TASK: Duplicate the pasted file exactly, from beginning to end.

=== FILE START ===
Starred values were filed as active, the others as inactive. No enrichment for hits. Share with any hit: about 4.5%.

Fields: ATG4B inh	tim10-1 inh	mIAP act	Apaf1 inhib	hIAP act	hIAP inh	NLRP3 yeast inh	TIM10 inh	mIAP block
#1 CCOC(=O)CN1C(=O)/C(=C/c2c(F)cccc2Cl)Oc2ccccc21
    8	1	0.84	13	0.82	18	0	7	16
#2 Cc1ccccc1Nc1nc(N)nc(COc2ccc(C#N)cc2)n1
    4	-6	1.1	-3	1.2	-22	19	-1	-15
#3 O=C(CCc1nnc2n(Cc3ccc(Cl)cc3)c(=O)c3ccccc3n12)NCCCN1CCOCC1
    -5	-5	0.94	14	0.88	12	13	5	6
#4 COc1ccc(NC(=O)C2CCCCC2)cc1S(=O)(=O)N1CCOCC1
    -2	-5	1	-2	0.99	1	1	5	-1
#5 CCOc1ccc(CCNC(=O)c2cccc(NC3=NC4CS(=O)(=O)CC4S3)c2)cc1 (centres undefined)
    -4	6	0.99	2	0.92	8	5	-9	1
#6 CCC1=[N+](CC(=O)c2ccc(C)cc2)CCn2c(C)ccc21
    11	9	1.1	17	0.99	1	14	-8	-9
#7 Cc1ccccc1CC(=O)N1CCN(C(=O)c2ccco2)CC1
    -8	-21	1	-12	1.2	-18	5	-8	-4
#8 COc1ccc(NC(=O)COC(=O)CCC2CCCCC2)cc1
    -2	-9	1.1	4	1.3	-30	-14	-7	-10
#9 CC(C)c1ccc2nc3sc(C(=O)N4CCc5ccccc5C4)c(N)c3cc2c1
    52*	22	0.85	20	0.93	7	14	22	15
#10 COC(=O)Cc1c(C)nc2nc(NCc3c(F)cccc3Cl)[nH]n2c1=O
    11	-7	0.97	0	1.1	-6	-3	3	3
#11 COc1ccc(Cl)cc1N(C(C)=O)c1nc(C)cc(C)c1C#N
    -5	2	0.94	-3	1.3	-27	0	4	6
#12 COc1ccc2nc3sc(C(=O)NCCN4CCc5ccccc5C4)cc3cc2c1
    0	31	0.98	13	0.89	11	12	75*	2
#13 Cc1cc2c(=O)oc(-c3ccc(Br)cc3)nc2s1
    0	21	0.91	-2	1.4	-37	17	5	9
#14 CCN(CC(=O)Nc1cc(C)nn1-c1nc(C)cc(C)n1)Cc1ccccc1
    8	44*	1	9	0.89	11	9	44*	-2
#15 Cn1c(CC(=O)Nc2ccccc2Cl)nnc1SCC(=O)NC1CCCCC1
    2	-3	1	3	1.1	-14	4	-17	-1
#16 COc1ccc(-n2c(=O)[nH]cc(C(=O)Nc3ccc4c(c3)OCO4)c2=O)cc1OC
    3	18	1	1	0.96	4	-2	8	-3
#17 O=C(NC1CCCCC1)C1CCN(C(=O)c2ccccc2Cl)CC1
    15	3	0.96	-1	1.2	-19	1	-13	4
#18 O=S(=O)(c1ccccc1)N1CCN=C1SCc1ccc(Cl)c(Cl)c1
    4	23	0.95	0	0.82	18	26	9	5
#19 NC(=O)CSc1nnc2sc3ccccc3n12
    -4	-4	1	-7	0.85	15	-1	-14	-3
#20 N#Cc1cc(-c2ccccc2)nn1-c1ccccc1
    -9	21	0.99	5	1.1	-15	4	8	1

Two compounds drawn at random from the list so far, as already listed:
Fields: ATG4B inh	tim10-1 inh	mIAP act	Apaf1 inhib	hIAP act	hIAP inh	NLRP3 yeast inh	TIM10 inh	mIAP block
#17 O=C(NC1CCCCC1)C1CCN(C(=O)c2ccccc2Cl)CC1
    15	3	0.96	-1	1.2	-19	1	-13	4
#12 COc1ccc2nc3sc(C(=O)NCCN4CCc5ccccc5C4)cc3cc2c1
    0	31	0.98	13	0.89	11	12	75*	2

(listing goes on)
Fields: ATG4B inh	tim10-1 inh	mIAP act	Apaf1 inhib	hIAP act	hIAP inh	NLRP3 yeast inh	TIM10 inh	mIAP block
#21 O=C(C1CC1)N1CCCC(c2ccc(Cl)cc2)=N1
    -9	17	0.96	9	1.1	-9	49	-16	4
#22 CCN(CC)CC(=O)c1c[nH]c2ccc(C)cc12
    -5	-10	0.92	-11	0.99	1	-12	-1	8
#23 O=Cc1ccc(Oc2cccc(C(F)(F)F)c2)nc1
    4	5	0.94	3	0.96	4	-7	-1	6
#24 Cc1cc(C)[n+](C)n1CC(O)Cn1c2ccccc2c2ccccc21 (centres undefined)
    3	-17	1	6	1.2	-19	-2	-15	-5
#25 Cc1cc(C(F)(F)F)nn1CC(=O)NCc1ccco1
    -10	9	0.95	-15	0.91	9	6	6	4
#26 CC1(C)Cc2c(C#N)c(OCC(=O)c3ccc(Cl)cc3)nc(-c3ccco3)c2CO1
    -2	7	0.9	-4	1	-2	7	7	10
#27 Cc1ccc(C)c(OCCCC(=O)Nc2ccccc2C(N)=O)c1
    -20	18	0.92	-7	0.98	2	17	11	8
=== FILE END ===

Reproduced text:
Starred values were filed as active, the others as inactive. No enrichment for hits. Share with any hit: about 4.5%.

Fields: ATG4B inh	tim10-1 inh	mIAP act	Apaf1 inhib	hIAP act	hIAP inh	NLRP3 yeast inh	TIM10 inh	mIAP block
#1 CCOC(=O)CN1C(=O)/C(=C/c2c(F)cccc2Cl)Oc2ccccc21
    8	1	0.84	13	0.82	18	0	7	16
#2 Cc1ccccc1Nc1nc(N)nc(COc2ccc(C#N)cc2)n1
    4	-6	1.1	-3	1.2	-22	19	-1	-15
#3 O=C(CCc1nnc2n(Cc3ccc(Cl)cc3)c(=O)c3ccccc3n12)NCCCN1CCOCC1
    -5	-5	0.94	14	0.88	12	13	5	6
#4 COc1ccc(NC(=O)C2CCCCC2)cc1S(=O)(=O)N1CCOCC1
    -2	-5	1	-2	0.99	1	1	5	-1
#5 CCOc1ccc(CCNC(=O)c2cccc(NC3=NC4CS(=O)(=O)CC4S3)c2)cc1 (centres undefined)
    -4	6	0.99	2	0.92	8	5	-9	1
#6 CCC1=[N+](CC(=O)c2ccc(C)cc2)CCn2c(C)ccc21
    11	9	1.1	17	0.99	1	14	-8	-9
#7 Cc1ccccc1CC(=O)N1CCN(C(=O)c2ccco2)CC1
    -8	-21	1	-12	1.2	-18	5	-8	-4
#8 COc1ccc(NC(=O)COC(=O)CCC2CCCCC2)cc1
    -2	-9	1.1	4	1.3	-30	-14	-7	-10
#9 CC(C)c1ccc2nc3sc(C(=O)N4CCc5ccccc5C4)c(N)c3cc2c1
    52*	22	0.85	20	0.93	7	14	22	15
#10 COC(=O)Cc1c(C)nc2nc(NCc3c(F)cccc3Cl)[nH]n2c1=O
    11	-7	0.97	0	1.1	-6	-3	3	3
#11 COc1ccc(Cl)cc1N(C(C)=O)c1nc(C)cc(C)c1C#N
    -5	2	0.94	-3	1.3	-27	0	4	6
#12 COc1ccc2nc3sc(C(=O)NCCN4CCc5ccccc5C4)cc3cc2c1
    0	31	0.98	13	0.89	11	12	75*	2
#13 Cc1cc2c(=O)oc(-c3ccc(Br)cc3)nc2s1
    0	21	0.91	-2	1.4	-37	17	5	9
#14 CCN(CC(=O)Nc1cc(C)nn1-c1nc(C)cc(C)n1)Cc1ccccc1
    8	44*	1	9	0.89	11	9	44*	-2
#15 Cn1c(CC(=O)Nc2ccccc2Cl)nnc1SCC(=O)NC1CCCCC1
    2	-3	1	3	1.1	-14	4	-17	-1
#16 COc1ccc(-n2c(=O)[nH]cc(C(=O)Nc3ccc4c(c3)OCO4)c2=O)cc1OC
    3	18	1	1	0.96	4	-2	8	-3
#17 O=C(NC1CCCCC1)C1CCN(C(=O)c2ccccc2Cl)CC1
    15	3	0.96	-1	1.2	-19	1	-13	4
#18 O=S(=O)(c1ccccc1)N1CCN=C1SCc1ccc(Cl)c(Cl)c1
    4	23	0.95	0	0.82	18	26	9	5
#19 NC(=O)CSc1nnc2sc3ccccc3n12
    -4	-4	1	-7	0.85	15	-1	-14	-3
#20 N#Cc1cc(-c2ccccc2)nn1-c1ccccc1
    -9	21	0.99	5	1.1	-15	4	8	1

Two compounds drawn at random from the list so far, as already listed:
Fields: ATG4B inh	tim10-1 inh	mIAP act	Apaf1 inhib	hIAP act	hIAP inh	NLRP3 yeast inh	TIM10 inh	mIAP block
#17 O=C(NC1CCCCC1)C1CCN(C(=O)c2ccccc2Cl)CC1
    15	3	0.96	-1	1.2	-19	1	-13	4
#12 COc1ccc2nc3sc(C(=O)NCCN4CCc5ccccc5C4)cc3cc2c1
    0	31	0.98	13	0.89	11	12	75*	2

(listing goes on)
Fields: ATG4B inh	tim10-1 inh	mIAP act	Apaf1 inhib	hIAP act	hIAP inh	NLRP3 yeast inh	TIM10 inh	mIAP block
#21 O=C(C1CC1)N1CCCC(c2ccc(Cl)cc2)=N1
    -9	17	0.96	9	1.1	-9	49	-16	4
#22 CCN(CC)CC(=O)c1c[nH]c2ccc(C)cc12
    -5	-10	0.92	-11	0.99	1	-12	-1	8
#23 O=Cc1ccc(Oc2cccc(C(F)(F)F)c2)nc1
    4	5	0.94	3	0.96	4	-7	-1	6
#24 Cc1cc(C)[n+](C)n1CC(O)Cn1c2ccccc2c2ccccc21 (centres undefined)
    3	-17	1	6	1.2	-19	-2	-15	-5
#25 Cc1cc(C(F)(F)F)nn1CC(=O)NCc1ccco1
    -10	9	0.95	-15	0.91	9	6	6	4
#26 CC1(C)Cc2c(C#N)c(OCC(=O)c3ccc(Cl)cc3)nc(-c3ccco3)c2CO1
    -2	7	0.9	-4	1	-2	7	7	10
#27 Cc1ccc(C)c(OCCCC(=O)Nc2ccccc2C(N)=O)c1
    -20	18	0.92	-7	0.98	2	17	11	8